Via Filippo Turati 3
The team presents itself to its fans with a hundred years football tradition spent with constant commitment and high professional skills on the pitch and off it, ready to start a new season and face new, exciting challenges.
Milan AC S.p.A. is one of the world's most recognized and most successful soccer clubs. The rossoneri ("red-blacks," after the team's red-and-black striped jerseys) are one of the world's winningest teams, boasting six European Championships, 17 "Scudetto" (national) championships, four European Super Cups, five Italian Super Cups, and three Intercontinental Cups, among its many victories since its founding in 1899. Milan AC shares the 85,700-seat Giuseppe Meazza stadium in Milan with arch-rival Inter. In 2005, however, Milan's CEO Adriano Galliani announced that the time had begun to plan a move to a new stadium. Milan AC also operates the world-famous training center Milanello, located on a parkland site of 160,000 square meters some 50 kilometers from Milan. Since 1992, Milan has operated the Milan Lab, one of the world's most sophisticated sports-oriented biomedical centers, which aims to predict potential player injuries. Milan AC is 100 percent controlled by Fininvest, which in turn is controlled by Italian media magnate and former Prime Minister Silvio Berlusconi, an avid Milan fan who named his political party, Forza Italy, after the popular team cheer. Belusconi's acquisition of Milan AC, which not only rescued the club from bankruptcy but permitted the club to regain its past glory, has been credited with aiding Berlusconi's political fortunes. Other companies in the Fininvest group include Mediaset, Italy's dominant media group, which also controls much of the broadcasting rights to the country's Serie A games; publishing group Mondadori; and film producer and cinema operator Medusa, among others. Milan AC posted revenues of EUR 250 million ($283 million) in 2005.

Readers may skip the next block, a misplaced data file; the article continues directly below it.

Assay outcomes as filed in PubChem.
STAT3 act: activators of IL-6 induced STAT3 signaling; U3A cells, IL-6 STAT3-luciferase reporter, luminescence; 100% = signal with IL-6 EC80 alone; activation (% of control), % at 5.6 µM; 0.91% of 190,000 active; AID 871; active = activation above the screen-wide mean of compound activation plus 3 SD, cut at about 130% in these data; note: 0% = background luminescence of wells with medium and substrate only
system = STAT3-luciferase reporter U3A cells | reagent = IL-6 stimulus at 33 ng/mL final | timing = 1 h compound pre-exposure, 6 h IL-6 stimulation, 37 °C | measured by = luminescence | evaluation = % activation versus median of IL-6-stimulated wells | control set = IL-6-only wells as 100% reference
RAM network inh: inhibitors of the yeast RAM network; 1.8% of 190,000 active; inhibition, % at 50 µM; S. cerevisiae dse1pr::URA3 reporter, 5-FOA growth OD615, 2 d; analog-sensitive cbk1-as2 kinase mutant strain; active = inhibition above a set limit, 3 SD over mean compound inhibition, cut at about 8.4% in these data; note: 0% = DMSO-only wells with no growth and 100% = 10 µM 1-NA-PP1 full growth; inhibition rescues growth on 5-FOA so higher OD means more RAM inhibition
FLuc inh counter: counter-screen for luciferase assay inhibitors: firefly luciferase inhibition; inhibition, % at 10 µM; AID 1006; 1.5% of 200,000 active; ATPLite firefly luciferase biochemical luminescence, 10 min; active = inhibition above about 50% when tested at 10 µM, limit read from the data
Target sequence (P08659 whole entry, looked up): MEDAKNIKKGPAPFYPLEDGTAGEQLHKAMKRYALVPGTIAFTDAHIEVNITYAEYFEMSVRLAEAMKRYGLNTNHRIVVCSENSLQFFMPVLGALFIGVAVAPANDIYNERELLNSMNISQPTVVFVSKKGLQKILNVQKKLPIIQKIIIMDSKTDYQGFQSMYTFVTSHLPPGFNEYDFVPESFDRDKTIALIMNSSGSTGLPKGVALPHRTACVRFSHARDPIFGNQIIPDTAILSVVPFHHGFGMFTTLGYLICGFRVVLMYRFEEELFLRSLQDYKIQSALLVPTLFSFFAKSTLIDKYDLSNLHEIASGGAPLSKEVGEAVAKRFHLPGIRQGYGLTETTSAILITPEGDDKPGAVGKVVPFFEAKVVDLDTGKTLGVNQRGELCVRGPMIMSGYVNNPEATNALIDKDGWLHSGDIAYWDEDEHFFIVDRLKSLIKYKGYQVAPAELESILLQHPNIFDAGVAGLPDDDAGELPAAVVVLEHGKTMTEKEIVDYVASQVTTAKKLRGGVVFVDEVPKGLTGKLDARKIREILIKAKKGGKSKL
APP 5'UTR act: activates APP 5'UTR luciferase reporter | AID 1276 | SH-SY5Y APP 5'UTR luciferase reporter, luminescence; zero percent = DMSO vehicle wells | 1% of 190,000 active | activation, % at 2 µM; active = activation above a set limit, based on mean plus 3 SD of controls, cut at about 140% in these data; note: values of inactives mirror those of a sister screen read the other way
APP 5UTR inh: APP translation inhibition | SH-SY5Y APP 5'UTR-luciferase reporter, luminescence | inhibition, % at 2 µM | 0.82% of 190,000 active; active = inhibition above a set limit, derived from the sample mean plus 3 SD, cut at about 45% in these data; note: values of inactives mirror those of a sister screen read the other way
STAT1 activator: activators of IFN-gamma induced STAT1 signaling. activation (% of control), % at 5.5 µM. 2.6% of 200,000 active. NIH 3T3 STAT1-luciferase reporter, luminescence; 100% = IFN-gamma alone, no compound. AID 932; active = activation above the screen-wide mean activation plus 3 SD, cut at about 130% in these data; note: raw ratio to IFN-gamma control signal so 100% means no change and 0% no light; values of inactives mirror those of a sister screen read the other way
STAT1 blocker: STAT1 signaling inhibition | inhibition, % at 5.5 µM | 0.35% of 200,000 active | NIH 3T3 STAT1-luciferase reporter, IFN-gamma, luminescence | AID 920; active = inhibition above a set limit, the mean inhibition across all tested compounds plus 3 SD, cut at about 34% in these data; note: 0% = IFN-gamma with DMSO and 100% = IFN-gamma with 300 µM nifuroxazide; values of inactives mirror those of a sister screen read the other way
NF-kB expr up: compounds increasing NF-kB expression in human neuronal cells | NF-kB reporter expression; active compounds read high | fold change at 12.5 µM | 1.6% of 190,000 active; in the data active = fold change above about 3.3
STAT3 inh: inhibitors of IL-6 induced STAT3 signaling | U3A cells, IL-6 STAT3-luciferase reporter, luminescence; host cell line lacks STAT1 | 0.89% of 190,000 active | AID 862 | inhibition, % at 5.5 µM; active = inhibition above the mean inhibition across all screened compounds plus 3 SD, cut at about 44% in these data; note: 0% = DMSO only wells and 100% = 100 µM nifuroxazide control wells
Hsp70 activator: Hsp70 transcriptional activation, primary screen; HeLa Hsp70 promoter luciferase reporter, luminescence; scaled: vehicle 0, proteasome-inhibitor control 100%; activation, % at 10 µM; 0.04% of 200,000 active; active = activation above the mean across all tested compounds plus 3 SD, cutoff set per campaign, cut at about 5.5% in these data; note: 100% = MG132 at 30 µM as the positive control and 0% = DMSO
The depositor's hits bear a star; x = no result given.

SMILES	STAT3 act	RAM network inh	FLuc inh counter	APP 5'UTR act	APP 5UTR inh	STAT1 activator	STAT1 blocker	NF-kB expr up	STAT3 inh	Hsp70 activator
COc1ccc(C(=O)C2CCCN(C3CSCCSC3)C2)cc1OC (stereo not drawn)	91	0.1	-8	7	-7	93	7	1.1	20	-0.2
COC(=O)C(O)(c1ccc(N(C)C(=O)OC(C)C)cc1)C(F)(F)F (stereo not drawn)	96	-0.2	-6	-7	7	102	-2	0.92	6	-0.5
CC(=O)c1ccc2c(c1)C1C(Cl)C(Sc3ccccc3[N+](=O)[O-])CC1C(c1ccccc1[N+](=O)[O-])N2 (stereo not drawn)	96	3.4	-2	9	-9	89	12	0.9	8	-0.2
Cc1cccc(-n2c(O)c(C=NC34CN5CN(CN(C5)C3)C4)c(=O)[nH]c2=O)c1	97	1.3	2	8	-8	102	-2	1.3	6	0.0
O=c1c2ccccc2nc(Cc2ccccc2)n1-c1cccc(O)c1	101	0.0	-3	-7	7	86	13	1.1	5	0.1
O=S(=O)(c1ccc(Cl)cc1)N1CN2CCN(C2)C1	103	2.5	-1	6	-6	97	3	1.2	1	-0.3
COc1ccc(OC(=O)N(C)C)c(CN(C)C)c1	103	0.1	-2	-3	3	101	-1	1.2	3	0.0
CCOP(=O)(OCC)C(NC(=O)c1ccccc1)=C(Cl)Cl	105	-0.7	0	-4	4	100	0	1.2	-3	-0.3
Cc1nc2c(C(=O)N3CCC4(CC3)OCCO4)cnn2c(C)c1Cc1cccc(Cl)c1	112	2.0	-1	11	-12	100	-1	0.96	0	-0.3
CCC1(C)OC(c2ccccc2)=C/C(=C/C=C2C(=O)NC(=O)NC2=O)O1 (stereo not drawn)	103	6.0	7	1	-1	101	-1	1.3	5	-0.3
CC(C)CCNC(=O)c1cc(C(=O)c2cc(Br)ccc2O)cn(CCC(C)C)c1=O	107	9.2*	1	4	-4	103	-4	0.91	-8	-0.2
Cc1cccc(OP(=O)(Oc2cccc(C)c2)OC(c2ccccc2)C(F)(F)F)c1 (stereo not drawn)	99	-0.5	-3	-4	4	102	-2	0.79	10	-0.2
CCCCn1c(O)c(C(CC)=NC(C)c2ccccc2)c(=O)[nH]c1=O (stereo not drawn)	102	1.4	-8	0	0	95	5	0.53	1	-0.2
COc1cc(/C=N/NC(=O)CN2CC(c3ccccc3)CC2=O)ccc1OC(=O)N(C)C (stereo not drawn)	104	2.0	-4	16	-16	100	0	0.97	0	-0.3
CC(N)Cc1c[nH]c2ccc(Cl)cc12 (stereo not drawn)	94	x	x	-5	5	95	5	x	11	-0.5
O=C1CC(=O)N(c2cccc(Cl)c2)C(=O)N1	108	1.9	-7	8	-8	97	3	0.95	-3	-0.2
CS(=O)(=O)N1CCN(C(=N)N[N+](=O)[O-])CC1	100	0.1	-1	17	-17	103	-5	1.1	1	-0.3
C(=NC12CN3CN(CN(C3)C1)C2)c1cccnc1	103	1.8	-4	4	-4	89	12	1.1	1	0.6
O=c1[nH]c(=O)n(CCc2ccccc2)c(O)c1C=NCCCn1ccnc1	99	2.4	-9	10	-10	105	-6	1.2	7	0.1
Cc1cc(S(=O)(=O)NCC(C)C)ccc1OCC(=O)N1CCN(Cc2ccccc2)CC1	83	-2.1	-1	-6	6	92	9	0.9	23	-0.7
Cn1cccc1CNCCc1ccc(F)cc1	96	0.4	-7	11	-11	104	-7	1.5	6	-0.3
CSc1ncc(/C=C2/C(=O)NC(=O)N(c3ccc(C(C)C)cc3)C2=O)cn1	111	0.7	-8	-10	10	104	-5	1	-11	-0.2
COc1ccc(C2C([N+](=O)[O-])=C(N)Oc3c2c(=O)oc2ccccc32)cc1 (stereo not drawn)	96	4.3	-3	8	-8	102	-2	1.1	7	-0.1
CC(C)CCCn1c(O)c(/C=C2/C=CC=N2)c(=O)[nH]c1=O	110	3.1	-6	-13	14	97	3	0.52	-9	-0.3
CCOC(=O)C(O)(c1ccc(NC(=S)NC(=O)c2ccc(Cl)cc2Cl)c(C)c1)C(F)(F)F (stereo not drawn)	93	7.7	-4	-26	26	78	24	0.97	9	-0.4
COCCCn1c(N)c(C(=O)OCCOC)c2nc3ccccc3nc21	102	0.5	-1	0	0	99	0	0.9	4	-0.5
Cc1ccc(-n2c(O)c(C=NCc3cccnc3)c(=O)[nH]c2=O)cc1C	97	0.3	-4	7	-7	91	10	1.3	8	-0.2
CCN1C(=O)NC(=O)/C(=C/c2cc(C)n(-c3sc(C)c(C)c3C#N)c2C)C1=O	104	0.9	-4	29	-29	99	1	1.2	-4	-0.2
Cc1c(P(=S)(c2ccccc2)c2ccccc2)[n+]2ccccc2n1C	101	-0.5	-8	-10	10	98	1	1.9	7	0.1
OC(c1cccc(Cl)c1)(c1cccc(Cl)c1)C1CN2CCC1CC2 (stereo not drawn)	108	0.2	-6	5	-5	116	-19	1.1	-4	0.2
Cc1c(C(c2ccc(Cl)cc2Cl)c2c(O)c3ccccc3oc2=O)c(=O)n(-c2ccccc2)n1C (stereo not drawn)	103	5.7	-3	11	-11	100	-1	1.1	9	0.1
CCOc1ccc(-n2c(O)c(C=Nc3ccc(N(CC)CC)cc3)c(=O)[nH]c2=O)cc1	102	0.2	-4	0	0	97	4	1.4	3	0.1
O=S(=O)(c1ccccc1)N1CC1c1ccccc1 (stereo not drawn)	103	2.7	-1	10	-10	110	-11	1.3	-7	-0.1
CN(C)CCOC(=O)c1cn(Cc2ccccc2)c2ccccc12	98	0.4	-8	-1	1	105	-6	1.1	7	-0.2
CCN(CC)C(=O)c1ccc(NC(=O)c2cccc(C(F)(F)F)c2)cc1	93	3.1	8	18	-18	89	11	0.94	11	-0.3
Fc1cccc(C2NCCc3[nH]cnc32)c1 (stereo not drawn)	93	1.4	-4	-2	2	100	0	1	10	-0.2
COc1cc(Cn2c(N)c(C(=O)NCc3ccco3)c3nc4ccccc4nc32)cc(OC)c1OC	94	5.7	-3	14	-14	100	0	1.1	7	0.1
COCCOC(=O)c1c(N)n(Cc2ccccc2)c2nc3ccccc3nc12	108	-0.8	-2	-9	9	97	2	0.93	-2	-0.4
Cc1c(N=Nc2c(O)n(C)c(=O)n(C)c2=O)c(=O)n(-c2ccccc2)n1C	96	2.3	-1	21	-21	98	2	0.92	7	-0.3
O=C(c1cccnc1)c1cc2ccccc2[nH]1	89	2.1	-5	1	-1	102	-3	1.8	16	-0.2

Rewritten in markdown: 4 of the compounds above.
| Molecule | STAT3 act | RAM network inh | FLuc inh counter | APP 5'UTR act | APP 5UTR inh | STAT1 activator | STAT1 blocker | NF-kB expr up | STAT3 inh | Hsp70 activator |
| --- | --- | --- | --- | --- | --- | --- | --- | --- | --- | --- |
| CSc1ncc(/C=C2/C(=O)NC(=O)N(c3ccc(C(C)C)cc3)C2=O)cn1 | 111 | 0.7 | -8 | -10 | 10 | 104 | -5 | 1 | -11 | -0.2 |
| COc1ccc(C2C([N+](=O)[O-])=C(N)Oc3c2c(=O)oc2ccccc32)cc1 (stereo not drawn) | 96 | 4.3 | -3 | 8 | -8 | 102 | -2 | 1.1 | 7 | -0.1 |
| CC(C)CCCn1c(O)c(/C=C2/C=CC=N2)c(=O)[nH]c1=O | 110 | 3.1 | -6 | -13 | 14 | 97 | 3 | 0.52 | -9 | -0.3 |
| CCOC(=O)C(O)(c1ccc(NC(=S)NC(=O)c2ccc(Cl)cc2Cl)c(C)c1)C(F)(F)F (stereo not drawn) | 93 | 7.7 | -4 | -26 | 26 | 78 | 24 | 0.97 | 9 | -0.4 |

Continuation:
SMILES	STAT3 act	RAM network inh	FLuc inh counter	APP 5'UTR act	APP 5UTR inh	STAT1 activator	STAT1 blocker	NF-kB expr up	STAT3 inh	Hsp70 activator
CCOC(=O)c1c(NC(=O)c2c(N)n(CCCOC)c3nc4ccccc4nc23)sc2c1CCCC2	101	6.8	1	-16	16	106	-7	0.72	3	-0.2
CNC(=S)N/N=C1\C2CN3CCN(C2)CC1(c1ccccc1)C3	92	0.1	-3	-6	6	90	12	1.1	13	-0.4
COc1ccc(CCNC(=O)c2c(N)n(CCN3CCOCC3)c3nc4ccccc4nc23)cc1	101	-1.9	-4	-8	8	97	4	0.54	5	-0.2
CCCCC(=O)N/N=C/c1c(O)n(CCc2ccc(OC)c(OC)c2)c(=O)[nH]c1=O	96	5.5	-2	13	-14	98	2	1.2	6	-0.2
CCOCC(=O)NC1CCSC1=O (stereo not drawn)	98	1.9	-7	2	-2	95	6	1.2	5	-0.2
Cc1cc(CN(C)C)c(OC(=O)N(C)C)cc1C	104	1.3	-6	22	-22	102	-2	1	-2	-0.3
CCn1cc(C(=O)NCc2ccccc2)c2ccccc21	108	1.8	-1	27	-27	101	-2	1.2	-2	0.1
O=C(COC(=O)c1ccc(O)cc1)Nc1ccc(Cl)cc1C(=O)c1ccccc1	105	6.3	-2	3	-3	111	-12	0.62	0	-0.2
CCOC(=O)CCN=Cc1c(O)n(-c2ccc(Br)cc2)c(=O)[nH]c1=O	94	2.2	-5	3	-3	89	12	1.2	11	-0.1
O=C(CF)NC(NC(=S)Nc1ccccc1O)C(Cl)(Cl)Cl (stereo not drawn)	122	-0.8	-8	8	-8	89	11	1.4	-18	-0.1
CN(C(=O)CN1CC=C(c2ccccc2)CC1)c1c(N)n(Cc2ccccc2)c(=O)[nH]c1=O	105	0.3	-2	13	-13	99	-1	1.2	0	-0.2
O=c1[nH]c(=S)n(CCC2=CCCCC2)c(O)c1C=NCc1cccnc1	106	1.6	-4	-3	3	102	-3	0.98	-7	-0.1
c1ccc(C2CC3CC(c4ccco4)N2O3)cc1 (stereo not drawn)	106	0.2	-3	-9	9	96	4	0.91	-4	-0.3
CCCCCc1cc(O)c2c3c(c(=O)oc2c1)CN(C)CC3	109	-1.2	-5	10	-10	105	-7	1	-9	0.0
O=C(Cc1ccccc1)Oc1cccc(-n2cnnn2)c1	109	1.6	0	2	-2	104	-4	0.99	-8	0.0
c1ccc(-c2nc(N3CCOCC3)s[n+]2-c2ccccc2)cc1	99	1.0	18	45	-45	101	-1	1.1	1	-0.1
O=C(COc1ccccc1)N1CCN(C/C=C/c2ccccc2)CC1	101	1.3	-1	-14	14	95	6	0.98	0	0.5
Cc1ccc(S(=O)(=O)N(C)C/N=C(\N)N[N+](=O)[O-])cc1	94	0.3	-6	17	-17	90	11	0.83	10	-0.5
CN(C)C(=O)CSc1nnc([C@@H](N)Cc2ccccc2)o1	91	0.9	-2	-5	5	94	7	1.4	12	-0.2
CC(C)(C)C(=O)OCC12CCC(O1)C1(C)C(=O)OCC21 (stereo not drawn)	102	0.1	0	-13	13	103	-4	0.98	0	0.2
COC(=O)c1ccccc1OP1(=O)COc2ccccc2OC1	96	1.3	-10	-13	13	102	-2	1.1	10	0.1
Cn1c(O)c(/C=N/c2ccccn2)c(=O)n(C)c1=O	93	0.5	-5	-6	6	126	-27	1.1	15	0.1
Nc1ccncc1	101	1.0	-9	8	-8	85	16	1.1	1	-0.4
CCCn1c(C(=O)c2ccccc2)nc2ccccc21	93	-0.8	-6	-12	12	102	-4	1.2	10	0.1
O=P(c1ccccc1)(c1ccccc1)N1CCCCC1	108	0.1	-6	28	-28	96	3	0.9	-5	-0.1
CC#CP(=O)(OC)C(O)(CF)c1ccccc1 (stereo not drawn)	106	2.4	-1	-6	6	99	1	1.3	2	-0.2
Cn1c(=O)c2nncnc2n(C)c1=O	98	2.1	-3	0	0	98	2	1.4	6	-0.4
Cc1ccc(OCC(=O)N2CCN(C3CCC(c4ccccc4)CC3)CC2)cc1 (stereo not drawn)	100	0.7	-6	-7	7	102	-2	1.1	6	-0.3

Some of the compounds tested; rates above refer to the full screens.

British Beginnings at the End of the 19th Century